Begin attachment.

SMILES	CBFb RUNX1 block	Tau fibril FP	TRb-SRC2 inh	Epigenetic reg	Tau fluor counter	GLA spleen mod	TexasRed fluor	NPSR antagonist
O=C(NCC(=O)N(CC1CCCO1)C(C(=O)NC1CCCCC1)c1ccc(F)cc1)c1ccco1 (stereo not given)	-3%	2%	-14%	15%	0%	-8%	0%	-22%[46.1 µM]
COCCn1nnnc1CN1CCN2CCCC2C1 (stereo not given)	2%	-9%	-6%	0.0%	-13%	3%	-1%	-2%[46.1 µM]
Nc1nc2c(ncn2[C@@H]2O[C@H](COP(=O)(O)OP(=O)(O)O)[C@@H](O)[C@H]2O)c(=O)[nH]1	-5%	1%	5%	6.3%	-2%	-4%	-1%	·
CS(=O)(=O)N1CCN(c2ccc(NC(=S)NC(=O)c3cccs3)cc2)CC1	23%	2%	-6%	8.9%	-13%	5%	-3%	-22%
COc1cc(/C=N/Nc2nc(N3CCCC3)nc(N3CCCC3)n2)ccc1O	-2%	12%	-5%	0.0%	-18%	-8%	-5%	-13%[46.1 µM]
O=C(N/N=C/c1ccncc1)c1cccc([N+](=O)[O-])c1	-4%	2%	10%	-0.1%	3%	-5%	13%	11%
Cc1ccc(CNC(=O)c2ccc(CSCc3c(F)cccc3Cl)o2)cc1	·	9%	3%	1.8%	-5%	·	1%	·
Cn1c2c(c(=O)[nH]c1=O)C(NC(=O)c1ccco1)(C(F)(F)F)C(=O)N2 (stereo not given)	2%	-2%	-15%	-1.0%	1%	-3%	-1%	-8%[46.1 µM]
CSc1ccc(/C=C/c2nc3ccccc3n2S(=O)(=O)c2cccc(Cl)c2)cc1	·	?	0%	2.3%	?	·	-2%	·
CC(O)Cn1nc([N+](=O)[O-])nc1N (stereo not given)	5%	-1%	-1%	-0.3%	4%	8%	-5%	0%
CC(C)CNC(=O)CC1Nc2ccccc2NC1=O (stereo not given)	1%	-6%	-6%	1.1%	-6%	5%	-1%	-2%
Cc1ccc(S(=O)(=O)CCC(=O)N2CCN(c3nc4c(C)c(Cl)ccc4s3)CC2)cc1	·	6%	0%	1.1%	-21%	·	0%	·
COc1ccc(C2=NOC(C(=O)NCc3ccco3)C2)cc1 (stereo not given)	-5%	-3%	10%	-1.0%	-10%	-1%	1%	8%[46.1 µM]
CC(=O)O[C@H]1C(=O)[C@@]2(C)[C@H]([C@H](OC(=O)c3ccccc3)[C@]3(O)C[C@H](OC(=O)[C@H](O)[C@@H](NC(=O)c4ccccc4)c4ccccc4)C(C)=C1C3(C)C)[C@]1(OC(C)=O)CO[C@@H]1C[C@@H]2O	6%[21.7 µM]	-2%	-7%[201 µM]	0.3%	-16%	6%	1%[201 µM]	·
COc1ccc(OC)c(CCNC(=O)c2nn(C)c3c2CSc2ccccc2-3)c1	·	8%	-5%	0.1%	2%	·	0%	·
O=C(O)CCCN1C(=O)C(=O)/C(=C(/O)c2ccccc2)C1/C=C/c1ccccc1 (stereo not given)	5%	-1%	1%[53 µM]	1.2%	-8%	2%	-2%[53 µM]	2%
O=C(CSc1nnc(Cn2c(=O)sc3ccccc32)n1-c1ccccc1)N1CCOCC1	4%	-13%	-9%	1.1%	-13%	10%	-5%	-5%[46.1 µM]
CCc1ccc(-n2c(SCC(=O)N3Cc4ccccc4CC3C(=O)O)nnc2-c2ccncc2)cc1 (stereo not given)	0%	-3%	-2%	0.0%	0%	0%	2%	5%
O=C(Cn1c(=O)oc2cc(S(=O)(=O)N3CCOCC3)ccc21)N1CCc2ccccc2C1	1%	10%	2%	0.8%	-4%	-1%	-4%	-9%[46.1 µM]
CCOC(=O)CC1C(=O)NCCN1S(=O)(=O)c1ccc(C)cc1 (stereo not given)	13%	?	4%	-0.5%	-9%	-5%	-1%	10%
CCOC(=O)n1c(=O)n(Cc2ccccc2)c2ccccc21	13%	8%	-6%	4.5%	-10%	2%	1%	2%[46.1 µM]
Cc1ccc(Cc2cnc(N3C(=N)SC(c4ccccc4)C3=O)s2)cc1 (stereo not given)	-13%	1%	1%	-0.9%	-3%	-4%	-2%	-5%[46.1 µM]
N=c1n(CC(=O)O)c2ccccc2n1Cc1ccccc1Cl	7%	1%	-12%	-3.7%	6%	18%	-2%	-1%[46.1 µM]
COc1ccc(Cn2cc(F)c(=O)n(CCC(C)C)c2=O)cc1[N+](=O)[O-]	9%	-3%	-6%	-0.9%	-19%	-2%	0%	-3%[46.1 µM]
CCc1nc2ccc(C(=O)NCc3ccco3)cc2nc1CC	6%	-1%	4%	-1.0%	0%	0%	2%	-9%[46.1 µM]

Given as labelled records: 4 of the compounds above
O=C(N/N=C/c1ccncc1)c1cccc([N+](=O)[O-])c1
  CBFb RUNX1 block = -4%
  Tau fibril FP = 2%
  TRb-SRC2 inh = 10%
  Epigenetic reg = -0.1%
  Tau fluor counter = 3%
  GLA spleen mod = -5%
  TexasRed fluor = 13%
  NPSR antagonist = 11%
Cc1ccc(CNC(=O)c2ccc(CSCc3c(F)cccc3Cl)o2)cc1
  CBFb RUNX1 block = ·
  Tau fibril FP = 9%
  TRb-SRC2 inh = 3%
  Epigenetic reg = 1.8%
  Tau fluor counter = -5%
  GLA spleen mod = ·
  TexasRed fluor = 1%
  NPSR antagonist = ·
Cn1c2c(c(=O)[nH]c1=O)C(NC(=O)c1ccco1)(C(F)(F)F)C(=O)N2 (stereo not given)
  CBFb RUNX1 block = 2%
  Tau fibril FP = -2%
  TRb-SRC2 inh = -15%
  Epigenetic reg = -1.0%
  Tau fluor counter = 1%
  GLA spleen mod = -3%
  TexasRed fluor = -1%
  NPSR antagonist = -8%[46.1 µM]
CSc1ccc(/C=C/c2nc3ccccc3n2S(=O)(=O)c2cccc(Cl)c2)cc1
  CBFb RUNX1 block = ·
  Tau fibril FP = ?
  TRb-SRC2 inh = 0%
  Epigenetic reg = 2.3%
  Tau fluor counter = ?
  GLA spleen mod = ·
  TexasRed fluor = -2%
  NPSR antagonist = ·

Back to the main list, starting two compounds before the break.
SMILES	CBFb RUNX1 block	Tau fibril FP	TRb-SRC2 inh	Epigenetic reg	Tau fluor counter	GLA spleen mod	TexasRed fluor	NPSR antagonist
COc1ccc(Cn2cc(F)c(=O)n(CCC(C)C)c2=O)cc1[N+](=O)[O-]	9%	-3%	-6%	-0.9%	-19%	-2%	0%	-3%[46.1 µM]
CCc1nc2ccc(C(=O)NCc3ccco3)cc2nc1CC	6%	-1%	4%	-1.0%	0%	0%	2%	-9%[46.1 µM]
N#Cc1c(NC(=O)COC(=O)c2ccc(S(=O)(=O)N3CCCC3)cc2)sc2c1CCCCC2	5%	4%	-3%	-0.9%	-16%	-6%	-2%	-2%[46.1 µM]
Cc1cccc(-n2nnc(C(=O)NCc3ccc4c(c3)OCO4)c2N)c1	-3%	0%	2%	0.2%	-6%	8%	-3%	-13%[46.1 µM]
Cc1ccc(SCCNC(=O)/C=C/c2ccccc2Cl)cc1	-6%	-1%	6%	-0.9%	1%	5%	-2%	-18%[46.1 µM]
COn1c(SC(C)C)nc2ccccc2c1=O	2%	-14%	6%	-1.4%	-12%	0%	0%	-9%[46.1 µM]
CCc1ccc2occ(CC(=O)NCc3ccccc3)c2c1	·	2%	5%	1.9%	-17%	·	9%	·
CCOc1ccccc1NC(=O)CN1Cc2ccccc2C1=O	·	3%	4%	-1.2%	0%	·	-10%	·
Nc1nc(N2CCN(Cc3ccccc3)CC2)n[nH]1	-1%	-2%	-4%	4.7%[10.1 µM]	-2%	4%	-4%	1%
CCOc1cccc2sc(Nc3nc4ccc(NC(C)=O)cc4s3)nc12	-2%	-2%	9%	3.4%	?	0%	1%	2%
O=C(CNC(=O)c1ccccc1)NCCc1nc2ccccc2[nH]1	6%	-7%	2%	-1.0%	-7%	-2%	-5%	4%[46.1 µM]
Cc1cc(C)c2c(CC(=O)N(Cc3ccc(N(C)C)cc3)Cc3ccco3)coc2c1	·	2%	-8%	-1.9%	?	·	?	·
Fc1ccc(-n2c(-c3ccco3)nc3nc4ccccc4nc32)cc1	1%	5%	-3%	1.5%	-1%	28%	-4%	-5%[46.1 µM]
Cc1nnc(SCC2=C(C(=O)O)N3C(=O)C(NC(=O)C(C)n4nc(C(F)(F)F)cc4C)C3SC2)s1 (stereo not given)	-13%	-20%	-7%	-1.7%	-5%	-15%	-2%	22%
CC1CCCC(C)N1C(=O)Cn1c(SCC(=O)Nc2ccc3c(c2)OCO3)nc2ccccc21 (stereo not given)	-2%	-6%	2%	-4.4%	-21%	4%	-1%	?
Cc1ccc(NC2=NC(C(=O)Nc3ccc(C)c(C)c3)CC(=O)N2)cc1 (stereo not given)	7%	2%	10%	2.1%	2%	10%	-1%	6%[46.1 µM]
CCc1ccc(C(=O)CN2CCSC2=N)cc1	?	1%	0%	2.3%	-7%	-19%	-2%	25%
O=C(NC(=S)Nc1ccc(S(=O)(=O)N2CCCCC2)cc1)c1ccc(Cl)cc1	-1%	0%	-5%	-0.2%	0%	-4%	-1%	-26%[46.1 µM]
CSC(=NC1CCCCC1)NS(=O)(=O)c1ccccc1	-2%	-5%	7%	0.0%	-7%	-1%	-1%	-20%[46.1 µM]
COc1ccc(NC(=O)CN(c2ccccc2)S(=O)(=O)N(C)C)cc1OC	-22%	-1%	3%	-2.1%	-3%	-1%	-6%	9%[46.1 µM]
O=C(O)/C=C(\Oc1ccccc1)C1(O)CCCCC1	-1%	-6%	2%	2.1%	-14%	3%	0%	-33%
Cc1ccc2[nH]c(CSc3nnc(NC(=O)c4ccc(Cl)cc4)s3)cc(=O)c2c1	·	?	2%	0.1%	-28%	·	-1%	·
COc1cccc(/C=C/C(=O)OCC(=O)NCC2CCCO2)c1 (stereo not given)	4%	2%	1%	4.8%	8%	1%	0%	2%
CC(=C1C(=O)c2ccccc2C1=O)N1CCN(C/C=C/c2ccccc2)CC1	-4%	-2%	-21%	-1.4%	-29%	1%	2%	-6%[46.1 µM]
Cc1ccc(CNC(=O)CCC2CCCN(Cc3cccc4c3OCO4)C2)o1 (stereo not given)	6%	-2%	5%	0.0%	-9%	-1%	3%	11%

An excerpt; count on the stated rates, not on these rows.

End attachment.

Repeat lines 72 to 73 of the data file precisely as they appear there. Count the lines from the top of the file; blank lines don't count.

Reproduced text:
CCc1ccc2occ(CC(=O)NCc3ccccc3)c2c1	·	2%	5%	1.9%	-17%	·	9%	·
CCOc1ccccc1NC(=O)CN1Cc2ccccc2C1=O	·	3%	4%	-1.2%	0%	·	-10%	·